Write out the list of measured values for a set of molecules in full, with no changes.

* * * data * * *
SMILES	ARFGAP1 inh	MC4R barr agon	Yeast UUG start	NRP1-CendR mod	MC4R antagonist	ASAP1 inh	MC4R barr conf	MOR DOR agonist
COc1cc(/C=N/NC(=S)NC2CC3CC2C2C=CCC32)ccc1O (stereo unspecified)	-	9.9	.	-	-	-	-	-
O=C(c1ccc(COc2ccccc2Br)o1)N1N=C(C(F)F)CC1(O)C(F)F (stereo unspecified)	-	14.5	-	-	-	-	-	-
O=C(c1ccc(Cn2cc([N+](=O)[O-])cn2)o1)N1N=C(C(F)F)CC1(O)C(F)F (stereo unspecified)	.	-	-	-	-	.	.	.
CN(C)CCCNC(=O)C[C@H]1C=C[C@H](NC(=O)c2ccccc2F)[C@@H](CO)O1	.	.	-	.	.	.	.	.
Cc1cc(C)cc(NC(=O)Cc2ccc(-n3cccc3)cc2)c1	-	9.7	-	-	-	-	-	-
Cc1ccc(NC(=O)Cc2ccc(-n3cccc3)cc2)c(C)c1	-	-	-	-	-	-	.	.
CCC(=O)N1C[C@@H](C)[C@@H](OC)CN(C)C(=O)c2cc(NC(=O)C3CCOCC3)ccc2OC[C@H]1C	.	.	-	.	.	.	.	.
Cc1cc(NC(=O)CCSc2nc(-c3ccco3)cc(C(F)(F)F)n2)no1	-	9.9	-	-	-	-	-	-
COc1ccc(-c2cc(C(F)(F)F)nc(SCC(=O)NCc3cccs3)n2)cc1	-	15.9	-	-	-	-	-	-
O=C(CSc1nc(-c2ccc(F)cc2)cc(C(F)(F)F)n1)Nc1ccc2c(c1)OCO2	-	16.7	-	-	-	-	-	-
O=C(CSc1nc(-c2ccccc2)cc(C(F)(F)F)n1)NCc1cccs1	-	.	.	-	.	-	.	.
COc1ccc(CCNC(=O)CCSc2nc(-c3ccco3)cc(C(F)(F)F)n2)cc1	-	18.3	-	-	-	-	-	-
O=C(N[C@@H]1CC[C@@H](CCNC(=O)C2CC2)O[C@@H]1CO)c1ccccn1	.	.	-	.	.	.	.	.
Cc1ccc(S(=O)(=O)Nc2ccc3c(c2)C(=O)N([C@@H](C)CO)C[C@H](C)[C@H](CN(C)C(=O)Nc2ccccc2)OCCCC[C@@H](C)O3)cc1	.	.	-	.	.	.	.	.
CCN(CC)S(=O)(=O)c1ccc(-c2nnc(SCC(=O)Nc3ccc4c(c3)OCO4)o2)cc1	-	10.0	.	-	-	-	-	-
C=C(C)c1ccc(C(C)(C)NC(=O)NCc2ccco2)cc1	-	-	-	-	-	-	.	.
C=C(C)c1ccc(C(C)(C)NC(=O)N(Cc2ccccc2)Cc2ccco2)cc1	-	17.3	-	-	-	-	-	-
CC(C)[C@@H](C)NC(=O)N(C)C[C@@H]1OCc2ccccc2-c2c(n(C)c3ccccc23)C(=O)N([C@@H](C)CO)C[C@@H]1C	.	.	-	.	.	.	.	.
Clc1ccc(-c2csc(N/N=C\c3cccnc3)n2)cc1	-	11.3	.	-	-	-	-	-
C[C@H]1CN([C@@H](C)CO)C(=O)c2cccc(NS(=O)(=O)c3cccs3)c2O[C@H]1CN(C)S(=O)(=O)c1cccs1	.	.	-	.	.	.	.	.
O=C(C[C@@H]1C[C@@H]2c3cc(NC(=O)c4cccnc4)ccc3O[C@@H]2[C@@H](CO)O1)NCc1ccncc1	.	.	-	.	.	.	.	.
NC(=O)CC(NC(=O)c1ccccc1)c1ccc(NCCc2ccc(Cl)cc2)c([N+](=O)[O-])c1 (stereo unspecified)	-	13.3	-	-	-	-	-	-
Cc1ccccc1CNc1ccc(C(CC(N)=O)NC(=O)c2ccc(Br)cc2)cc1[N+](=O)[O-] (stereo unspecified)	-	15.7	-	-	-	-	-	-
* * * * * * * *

SMILES	ARFGAP1 inh	MC4R barr agon	Yeast UUG start	NRP1-CendR mod	MC4R antagonist	ASAP1 inh	MC4R barr conf	MOR DOR agonist
COc1cc(/C=N/NC(=S)NC2CC3CC2C2C=CCC32)ccc1O (stereo unspecified)	-	9.9	.	-	-	-	-	-
O=C(c1ccc(COc2ccccc2Br)o1)N1N=C(C(F)F)CC1(O)C(F)F (stereo unspecified)	-	14.5	-	-	-	-	-	-
O=C(c1ccc(Cn2cc([N+](=O)[O-])cn2)o1)N1N=C(C(F)F)CC1(O)C(F)F (stereo unspecified)	.	-	-	-	-	.	.	.
CN(C)CCCNC(=O)C[C@H]1C=C[C@H](NC(=O)c2ccccc2F)[C@@H](CO)O1	.	.	-	.	.	.	.	.
Cc1cc(C)cc(NC(=O)Cc2ccc(-n3cccc3)cc2)c1	-	9.7	-	-	-	-	-	-
Cc1ccc(NC(=O)Cc2ccc(-n3cccc3)cc2)c(C)c1	-	-	-	-	-	-	.	.
CCC(=O)N1C[C@@H](C)[C@@H](OC)CN(C)C(=O)c2cc(NC(=O)C3CCOCC3)ccc2OC[C@H]1C	.	.	-	.	.	.	.	.
Cc1cc(NC(=O)CCSc2nc(-c3ccco3)cc(C(F)(F)F)n2)no1	-	9.9	-	-	-	-	-	-
COc1ccc(-c2cc(C(F)(F)F)nc(SCC(=O)NCc3cccs3)n2)cc1	-	15.9	-	-	-	-	-	-
O=C(CSc1nc(-c2ccc(F)cc2)cc(C(F)(F)F)n1)Nc1ccc2c(c1)OCO2	-	16.7	-	-	-	-	-	-
O=C(CSc1nc(-c2ccccc2)cc(C(F)(F)F)n1)NCc1cccs1	-	.	.	-	.	-	.	.
COc1ccc(CCNC(=O)CCSc2nc(-c3ccco3)cc(C(F)(F)F)n2)cc1	-	18.3	-	-	-	-	-	-
O=C(N[C@@H]1CC[C@@H](CCNC(=O)C2CC2)O[C@@H]1CO)c1ccccn1	.	.	-	.	.	.	.	.
Cc1ccc(S(=O)(=O)Nc2ccc3c(c2)C(=O)N([C@@H](C)CO)C[C@H](C)[C@H](CN(C)C(=O)Nc2ccccc2)OCCCC[C@@H](C)O3)cc1	.	.	-	.	.	.	.	.
CCN(CC)S(=O)(=O)c1ccc(-c2nnc(SCC(=O)Nc3ccc4c(c3)OCO4)o2)cc1	-	10.0	.	-	-	-	-	-
C=C(C)c1ccc(C(C)(C)NC(=O)NCc2ccco2)cc1	-	-	-	-	-	-	.	.
C=C(C)c1ccc(C(C)(C)NC(=O)N(Cc2ccccc2)Cc2ccco2)cc1	-	17.3	-	-	-	-	-	-
CC(C)[C@@H](C)NC(=O)N(C)C[C@@H]1OCc2ccccc2-c2c(n(C)c3ccccc23)C(=O)N([C@@H](C)CO)C[C@@H]1C	.	.	-	.	.	.	.	.
Clc1ccc(-c2csc(N/N=C\c3cccnc3)n2)cc1	-	11.3	.	-	-	-	-	-
C[C@H]1CN([C@@H](C)CO)C(=O)c2cccc(NS(=O)(=O)c3cccs3)c2O[C@H]1CN(C)S(=O)(=O)c1cccs1	.	.	-	.	.	.	.	.
O=C(C[C@@H]1C[C@@H]2c3cc(NC(=O)c4cccnc4)ccc3O[C@@H]2[C@@H](CO)O1)NCc1ccncc1	.	.	-	.	.	.	.	.
NC(=O)CC(NC(=O)c1ccccc1)c1ccc(NCCc2ccc(Cl)cc2)c([N+](=O)[O-])c1 (stereo unspecified)	-	13.3	-	-	-	-	-	-
Cc1ccccc1CNc1ccc(C(CC(N)=O)NC(=O)c2ccc(Br)cc2)cc1[N+](=O)[O-] (stereo unspecified)	-	15.7	-	-	-	-	-	-